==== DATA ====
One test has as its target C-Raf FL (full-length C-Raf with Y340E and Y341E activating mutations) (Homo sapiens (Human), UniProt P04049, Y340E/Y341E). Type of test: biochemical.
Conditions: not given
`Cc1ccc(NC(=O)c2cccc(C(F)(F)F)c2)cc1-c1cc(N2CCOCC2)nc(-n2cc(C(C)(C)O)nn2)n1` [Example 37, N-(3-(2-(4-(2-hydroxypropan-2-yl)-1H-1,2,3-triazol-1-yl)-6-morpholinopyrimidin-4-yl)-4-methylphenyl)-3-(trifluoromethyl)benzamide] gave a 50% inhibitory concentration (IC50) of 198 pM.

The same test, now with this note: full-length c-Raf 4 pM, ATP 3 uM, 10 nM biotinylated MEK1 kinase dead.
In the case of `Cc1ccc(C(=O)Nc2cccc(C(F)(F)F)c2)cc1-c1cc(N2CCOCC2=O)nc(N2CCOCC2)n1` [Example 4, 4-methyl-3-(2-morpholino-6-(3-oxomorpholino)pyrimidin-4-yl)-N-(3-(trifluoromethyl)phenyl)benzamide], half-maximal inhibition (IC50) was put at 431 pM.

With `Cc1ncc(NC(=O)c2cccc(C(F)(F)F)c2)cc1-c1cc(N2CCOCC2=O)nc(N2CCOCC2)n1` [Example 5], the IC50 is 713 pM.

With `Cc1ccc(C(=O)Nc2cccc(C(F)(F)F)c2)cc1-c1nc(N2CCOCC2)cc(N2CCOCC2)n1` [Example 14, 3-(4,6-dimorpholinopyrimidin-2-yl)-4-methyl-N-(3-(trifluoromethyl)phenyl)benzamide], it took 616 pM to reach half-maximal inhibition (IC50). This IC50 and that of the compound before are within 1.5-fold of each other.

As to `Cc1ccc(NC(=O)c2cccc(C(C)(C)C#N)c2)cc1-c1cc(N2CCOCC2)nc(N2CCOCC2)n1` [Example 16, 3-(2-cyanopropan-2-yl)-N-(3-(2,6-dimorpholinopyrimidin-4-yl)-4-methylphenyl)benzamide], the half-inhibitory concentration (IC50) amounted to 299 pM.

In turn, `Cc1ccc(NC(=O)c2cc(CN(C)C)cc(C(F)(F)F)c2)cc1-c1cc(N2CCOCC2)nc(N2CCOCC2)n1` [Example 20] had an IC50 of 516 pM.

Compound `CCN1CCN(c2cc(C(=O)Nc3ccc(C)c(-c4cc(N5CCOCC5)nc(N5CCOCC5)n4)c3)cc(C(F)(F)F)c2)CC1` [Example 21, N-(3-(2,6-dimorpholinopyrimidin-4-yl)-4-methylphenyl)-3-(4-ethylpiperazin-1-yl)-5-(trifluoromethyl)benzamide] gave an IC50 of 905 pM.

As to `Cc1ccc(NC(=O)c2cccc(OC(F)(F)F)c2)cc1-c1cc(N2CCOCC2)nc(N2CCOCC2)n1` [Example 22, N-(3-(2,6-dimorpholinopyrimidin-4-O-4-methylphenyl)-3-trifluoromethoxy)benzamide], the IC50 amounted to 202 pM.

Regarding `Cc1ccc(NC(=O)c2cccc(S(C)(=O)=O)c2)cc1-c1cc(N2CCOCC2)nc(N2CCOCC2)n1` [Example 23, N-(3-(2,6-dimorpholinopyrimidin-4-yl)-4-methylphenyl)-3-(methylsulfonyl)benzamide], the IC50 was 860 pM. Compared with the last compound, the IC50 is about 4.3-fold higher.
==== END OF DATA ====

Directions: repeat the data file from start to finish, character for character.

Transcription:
One test has as its target C-Raf FL (full-length C-Raf with Y340E and Y341E activating mutations) (Homo sapiens (Human), UniProt P04049, Y340E/Y341E). Type of test: biochemical.
Conditions: not given
`Cc1ccc(NC(=O)c2cccc(C(F)(F)F)c2)cc1-c1cc(N2CCOCC2)nc(-n2cc(C(C)(C)O)nn2)n1` [Example 37, N-(3-(2-(4-(2-hydroxypropan-2-yl)-1H-1,2,3-triazol-1-yl)-6-morpholinopyrimidin-4-yl)-4-methylphenyl)-3-(trifluoromethyl)benzamide] gave a 50% inhibitory concentration (IC50) of 198 pM.

The same test, now with this note: full-length c-Raf 4 pM, ATP 3 uM, 10 nM biotinylated MEK1 kinase dead.
In the case of `Cc1ccc(C(=O)Nc2cccc(C(F)(F)F)c2)cc1-c1cc(N2CCOCC2=O)nc(N2CCOCC2)n1` [Example 4, 4-methyl-3-(2-morpholino-6-(3-oxomorpholino)pyrimidin-4-yl)-N-(3-(trifluoromethyl)phenyl)benzamide], half-maximal inhibition (IC50) was put at 431 pM.

With `Cc1ncc(NC(=O)c2cccc(C(F)(F)F)c2)cc1-c1cc(N2CCOCC2=O)nc(N2CCOCC2)n1` [Example 5], the IC50 is 713 pM.

With `Cc1ccc(C(=O)Nc2cccc(C(F)(F)F)c2)cc1-c1nc(N2CCOCC2)cc(N2CCOCC2)n1` [Example 14, 3-(4,6-dimorpholinopyrimidin-2-yl)-4-methyl-N-(3-(trifluoromethyl)phenyl)benzamide], it took 616 pM to reach half-maximal inhibition (IC50). This IC50 and that of the compound before are within 1.5-fold of each other.

As to `Cc1ccc(NC(=O)c2cccc(C(C)(C)C#N)c2)cc1-c1cc(N2CCOCC2)nc(N2CCOCC2)n1` [Example 16, 3-(2-cyanopropan-2-yl)-N-(3-(2,6-dimorpholinopyrimidin-4-yl)-4-methylphenyl)benzamide], the half-inhibitory concentration (IC50) amounted to 299 pM.

In turn, `Cc1ccc(NC(=O)c2cc(CN(C)C)cc(C(F)(F)F)c2)cc1-c1cc(N2CCOCC2)nc(N2CCOCC2)n1` [Example 20] had an IC50 of 516 pM.

Compound `CCN1CCN(c2cc(C(=O)Nc3ccc(C)c(-c4cc(N5CCOCC5)nc(N5CCOCC5)n4)c3)cc(C(F)(F)F)c2)CC1` [Example 21, N-(3-(2,6-dimorpholinopyrimidin-4-yl)-4-methylphenyl)-3-(4-ethylpiperazin-1-yl)-5-(trifluoromethyl)benzamide] gave an IC50 of 905 pM.

As to `Cc1ccc(NC(=O)c2cccc(OC(F)(F)F)c2)cc1-c1cc(N2CCOCC2)nc(N2CCOCC2)n1` [Example 22, N-(3-(2,6-dimorpholinopyrimidin-4-O-4-methylphenyl)-3-trifluoromethoxy)benzamide], the IC50 amounted to 202 pM.

Regarding `Cc1ccc(NC(=O)c2cccc(S(C)(=O)=O)c2)cc1-c1cc(N2CCOCC2)nc(N2CCOCC2)n1` [Example 23, N-(3-(2,6-dimorpholinopyrimidin-4-yl)-4-methylphenyl)-3-(methylsulfonyl)benzamide], the IC50 was 860 pM. Compared with the last compound, the IC50 is about 4.3-fold higher.